Posted by: Vanessa Barneveld | April 9, 2009

Good Friday with Walker Books Australia publisher Sarah Foster

The We Love YA launch week continues with Sarah Foster, publisher and managing director of Walker Books Australia. WBA is a subsidiary of the UK’s Walker Books and a sister company to Candlewick Press in the US. Sarah has been in publishing for 24 years and is passionate about protecting the local industry. Believe me, she works incredibly long hours, so we’re glad she could stop by and talk to us about the Australian/New Zealand market.

1. What kinds of stories are resonating with readers right now?
Vampires, vampires and yes more vampires!!! OUR MORTAL INSTRUMENTS trilogy by Cassandra Clare this week was the fastest-moving title to enter the Nielsen Book Scan lists and is number 6 and 8 in the NZ best sellers after TWILIGHT.

2. You’re not wrong! I was pushed out of the teen fiction section of Dymocks yesterday by a group of girls hungry for vamp stories. So, what would you call a tough sell in today’s market?
One-off fiction – whether it is teenage or junior – if it is stand-alone by a new author, it is tough. Also, there has been a huge switch off from good early childhood picture books. Very few people review them and when you have been selling and making quality picture books since the ’80s as I have, it is disheartening to see how they are undervalued and under recognised.

3. Talk us through your acquisitions process.
We technically don’t accept unsolicited manuscripts – we simply don’t have the time at present. Also, we are rare – many publishers leave the m/s assessment to their most junior person in the editorial department. We don’t. Books get passed round all the editors who meet and discuss the books. I am of the view that tastes differ and it is dangerous to leave a book to one person to decide upon. This does make us slower as of course it means that we all have more to read but it does mean we don’t miss anything. Of course, there are titles that are assessed very, very quickly as they are really not up to the grade. Once the editors have seen and discussed the books, any that have potential then get caught in the time freeze of my manuscript in-box which is next to my bed as I never have time to read at work… So we are very slow.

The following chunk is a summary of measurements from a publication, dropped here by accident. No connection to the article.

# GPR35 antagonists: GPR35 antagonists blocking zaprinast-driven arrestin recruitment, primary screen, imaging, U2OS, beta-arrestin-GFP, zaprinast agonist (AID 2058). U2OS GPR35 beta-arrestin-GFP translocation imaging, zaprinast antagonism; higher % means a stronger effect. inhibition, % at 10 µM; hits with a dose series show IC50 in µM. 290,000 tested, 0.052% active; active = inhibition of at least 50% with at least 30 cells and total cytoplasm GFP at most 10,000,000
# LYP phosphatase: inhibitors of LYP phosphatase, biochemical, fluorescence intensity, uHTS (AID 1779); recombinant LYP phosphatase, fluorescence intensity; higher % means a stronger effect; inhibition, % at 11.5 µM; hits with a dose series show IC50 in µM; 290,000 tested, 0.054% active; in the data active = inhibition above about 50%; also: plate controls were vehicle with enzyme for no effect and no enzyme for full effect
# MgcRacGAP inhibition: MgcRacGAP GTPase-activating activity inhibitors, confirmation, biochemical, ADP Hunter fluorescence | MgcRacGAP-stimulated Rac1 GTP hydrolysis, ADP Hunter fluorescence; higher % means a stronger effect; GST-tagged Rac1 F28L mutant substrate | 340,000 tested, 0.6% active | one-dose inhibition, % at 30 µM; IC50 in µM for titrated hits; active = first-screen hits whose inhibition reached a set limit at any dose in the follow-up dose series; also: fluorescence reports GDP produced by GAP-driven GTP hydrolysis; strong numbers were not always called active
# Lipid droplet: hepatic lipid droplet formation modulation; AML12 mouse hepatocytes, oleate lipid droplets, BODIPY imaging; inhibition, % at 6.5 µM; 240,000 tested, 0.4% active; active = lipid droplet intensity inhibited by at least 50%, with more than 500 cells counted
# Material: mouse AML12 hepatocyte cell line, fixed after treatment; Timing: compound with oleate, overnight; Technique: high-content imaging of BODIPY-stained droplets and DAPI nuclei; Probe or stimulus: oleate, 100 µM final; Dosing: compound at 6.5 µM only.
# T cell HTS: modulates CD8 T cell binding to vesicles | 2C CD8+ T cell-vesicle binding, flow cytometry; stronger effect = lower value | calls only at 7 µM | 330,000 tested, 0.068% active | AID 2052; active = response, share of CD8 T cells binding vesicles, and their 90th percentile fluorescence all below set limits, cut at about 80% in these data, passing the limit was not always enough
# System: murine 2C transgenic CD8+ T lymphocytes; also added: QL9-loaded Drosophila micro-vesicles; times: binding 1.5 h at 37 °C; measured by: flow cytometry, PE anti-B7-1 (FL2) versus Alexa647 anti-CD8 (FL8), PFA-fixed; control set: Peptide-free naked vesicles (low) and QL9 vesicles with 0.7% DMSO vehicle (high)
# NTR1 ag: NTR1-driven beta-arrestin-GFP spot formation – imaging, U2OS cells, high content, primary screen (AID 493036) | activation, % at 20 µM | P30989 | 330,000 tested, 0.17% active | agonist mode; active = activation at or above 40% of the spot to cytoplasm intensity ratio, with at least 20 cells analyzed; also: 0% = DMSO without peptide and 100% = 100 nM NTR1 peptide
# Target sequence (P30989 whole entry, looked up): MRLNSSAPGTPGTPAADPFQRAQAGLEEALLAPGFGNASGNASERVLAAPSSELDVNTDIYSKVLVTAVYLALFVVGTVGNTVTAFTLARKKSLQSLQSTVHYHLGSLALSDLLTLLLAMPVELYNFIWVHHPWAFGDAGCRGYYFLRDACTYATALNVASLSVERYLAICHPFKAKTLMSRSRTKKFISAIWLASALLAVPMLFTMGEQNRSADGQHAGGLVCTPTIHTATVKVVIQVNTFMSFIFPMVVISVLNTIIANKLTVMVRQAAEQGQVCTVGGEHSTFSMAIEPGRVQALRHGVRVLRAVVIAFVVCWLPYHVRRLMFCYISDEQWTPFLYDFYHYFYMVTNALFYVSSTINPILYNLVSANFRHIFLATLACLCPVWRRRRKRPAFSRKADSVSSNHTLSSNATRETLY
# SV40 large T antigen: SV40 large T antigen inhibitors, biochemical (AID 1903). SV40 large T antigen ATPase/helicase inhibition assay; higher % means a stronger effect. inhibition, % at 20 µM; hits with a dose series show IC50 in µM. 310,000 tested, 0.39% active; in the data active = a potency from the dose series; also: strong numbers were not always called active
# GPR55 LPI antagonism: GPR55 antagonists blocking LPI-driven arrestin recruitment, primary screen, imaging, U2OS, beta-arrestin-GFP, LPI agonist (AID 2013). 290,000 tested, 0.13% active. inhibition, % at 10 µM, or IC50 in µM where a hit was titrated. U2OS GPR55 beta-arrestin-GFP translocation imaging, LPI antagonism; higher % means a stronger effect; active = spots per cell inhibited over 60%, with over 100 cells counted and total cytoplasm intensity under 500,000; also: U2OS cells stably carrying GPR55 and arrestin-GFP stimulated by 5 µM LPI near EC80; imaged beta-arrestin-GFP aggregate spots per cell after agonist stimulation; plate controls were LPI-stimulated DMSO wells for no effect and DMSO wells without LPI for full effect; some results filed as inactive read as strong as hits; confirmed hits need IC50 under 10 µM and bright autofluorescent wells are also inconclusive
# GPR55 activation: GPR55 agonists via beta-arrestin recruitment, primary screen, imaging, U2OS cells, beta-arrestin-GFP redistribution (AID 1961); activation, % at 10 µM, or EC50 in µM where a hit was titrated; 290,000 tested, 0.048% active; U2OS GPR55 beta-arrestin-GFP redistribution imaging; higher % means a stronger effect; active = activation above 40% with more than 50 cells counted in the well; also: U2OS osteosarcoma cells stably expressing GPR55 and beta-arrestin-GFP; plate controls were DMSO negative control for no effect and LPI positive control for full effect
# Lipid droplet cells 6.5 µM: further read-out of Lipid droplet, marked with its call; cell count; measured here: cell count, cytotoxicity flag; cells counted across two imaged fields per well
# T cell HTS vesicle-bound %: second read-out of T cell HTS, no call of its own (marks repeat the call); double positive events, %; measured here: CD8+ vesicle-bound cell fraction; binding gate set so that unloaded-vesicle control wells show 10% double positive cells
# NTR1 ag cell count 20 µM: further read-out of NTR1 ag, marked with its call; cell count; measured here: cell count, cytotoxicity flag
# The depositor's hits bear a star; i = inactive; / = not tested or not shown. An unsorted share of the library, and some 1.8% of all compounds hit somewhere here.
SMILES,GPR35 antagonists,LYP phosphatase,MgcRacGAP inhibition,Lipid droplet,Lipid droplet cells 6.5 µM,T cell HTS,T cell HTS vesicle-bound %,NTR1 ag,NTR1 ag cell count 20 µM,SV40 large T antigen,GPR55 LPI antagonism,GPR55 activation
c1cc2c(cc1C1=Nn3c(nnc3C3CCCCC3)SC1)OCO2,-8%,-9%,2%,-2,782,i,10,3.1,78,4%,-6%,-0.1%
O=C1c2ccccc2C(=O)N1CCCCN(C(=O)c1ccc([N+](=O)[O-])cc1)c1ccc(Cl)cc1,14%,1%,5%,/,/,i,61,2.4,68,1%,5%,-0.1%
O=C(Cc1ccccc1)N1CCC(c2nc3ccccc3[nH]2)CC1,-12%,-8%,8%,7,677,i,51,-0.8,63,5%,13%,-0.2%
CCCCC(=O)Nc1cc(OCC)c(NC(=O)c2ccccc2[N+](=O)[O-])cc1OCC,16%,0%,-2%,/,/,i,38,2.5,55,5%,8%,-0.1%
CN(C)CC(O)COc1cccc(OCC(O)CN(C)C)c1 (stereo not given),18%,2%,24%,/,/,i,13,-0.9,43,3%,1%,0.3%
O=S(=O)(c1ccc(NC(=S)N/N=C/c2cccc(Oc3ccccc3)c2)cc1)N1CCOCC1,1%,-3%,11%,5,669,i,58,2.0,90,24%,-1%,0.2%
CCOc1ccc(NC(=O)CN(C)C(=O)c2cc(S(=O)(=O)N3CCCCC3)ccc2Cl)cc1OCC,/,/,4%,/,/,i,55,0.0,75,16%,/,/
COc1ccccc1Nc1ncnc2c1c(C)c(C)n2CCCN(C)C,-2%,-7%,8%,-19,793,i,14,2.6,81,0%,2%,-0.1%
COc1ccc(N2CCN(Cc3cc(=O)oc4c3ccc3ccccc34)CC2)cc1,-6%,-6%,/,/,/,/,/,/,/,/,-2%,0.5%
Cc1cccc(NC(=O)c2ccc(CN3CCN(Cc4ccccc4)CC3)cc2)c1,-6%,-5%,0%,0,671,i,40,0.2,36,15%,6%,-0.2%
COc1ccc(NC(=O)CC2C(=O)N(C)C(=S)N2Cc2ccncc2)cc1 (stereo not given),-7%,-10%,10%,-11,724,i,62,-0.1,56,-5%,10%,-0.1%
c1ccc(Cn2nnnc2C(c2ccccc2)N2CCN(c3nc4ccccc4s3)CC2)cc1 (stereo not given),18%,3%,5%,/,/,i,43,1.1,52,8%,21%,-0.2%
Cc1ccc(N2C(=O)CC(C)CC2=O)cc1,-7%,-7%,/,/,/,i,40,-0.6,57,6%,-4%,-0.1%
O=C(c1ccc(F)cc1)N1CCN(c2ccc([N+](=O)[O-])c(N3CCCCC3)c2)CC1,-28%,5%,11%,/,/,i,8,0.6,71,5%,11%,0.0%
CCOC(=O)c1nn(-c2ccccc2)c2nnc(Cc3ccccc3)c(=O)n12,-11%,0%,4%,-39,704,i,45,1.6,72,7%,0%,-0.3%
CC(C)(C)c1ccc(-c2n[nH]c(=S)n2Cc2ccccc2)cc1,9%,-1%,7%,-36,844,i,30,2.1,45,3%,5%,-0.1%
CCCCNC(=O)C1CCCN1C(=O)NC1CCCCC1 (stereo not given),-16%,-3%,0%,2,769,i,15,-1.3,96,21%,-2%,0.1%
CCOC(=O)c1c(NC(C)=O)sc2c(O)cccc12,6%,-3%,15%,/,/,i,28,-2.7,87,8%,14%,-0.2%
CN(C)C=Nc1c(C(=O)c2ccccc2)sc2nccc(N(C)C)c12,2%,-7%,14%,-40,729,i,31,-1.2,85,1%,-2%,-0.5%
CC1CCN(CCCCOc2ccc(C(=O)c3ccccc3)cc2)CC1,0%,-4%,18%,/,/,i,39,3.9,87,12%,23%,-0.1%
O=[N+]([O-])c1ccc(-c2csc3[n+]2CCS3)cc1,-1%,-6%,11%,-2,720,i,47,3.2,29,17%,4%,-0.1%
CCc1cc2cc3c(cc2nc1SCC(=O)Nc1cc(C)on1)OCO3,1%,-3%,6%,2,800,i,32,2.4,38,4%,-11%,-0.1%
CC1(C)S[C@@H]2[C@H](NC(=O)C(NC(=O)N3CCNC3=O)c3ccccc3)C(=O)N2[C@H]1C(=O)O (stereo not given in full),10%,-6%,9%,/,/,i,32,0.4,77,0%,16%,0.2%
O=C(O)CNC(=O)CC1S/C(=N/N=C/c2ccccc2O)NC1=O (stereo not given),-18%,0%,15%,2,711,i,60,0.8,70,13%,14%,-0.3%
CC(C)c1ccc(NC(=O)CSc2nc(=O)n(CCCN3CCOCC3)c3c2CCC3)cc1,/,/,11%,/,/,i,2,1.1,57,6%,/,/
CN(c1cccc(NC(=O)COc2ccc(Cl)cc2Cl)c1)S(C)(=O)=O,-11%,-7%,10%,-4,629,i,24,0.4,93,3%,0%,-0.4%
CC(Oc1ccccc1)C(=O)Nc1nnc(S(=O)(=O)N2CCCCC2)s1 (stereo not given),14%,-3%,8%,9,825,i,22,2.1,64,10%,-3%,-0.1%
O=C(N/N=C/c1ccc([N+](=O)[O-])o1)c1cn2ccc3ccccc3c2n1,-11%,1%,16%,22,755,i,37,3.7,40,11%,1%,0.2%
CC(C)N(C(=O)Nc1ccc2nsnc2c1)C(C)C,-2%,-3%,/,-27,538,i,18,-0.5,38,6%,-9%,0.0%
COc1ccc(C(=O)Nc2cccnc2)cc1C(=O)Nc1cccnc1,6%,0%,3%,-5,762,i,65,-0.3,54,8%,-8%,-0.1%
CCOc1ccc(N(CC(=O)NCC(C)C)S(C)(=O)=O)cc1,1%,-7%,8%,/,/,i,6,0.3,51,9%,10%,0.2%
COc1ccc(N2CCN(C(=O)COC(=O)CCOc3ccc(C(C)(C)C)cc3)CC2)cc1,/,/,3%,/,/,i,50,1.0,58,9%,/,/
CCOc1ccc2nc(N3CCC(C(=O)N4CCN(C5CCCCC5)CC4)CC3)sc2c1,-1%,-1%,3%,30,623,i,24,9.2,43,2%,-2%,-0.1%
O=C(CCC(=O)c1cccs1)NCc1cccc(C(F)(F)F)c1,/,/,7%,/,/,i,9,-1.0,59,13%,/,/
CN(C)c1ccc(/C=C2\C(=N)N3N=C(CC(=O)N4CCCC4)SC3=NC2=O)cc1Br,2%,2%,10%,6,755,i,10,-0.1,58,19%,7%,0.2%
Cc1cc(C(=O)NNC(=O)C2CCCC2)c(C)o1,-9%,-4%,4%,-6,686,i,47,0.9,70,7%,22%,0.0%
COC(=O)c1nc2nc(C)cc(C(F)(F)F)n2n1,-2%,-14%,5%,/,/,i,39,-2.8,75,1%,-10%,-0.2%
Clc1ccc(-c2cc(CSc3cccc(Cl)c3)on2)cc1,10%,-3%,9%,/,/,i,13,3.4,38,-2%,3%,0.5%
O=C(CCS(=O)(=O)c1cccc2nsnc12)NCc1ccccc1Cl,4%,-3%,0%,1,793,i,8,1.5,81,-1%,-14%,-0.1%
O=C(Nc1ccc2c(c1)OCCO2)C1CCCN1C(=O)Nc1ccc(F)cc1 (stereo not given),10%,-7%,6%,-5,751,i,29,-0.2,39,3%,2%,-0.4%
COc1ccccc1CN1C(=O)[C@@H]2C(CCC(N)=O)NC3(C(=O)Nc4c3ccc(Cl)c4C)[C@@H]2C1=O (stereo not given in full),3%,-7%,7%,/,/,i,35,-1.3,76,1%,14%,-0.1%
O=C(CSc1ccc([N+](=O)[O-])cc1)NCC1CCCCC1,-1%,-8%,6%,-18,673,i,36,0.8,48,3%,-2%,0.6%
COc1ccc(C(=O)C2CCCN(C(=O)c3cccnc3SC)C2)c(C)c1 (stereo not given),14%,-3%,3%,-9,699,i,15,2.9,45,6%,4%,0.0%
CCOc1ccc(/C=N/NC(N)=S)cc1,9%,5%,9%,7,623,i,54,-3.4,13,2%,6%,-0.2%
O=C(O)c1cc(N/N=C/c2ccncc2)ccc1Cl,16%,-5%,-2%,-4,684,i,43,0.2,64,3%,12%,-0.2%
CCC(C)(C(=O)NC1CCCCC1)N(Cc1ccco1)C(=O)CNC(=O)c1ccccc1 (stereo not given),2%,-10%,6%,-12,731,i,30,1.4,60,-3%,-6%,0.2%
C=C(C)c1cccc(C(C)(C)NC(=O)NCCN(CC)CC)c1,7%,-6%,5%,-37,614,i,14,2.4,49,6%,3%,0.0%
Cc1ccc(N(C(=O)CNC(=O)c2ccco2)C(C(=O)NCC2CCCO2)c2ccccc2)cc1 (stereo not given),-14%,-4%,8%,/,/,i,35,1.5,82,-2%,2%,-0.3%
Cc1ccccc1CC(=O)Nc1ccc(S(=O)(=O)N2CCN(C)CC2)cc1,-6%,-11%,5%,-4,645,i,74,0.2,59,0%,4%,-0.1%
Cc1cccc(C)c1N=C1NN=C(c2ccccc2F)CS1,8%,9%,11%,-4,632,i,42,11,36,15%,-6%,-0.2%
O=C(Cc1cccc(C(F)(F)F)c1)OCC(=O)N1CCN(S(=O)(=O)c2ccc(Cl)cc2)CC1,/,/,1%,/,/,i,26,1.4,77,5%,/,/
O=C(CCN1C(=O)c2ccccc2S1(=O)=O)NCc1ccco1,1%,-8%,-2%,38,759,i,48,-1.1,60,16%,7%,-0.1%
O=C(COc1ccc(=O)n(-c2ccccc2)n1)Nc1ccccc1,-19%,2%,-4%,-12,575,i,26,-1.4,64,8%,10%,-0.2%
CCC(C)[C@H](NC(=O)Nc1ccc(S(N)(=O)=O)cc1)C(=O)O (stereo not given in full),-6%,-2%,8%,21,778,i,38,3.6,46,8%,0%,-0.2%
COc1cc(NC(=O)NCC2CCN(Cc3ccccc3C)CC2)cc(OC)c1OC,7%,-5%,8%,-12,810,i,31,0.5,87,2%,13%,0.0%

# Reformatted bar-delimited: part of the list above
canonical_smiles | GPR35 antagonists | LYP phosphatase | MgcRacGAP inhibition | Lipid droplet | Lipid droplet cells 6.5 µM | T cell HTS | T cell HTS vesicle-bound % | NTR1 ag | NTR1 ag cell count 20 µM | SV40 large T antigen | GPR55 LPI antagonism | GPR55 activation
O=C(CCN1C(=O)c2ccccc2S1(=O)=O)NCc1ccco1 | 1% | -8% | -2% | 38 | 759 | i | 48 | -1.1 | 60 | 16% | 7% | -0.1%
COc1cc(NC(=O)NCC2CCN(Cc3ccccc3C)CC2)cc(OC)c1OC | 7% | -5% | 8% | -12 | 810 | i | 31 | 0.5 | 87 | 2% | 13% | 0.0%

4. What are the top three things an author should do before submitting their work to an agent or editor?
Re-write, re-write and re-write. Seriously, it is astounding the number of writers who type in their last word and then wing a m/s off to a publisher. I have worked with two award-winning authors who have been published immediately to great acclaim off the slush pile. One, an English writer Lesley Howarth, had written 10 previous novels and trashed them before sending the 11th to us and our own Sandy Fussell had done almost the same. And you can see the difference. My advice to any aspiring writer is to put your story in a drawer for six months when you have finished it. Start something new. Come back to that original story six months or more later and take a long hard look at it and then start re-working it, or trash it.

5. Who are your bestselling Australian/New Zealand authors?

Bob Graham and Jeannie Baker have produced award-winning and very successful books for us over a period of about 20 or more years! More recently, Sandy Fussell’s Samurai Kids series is flying and her novel POLAR BOY has been shortlisted for the CBCA. Brian Falkner in NZ is flying off the shelves with his eco thriller for teenagers THE TOMORROW CODE. Brian has been shortlisted for the NZ Post Awards but has had considerable commercial success with this book. We have a fantastic range of new authors I am very excited about – fresh voices – Malcolm Walker, Mo Johnson, Dee White, Meg McKinlay.

6. What can an author do to help market their books?
The most practical advice I can give is to learn how to talk about your work to school kids. School visits are time-consuming but schools usually pay authors to come and work with the kids and they are the most valuable way to meet your audience. Children will let you know in no uncertain terms what they think of your work. They also really talk to each other about what they like reading. Networking with librarians is really valuable as they are the way most children will get introduced to your book.

Publicity is tricky. The most wonderful books won’t always get publicity beyond reviewing in all the children’s literature journals, the book trade mags etc. For a book to get general print media, it really needs to have a story to why or how the book came about. The book itself isn’t a story for the media.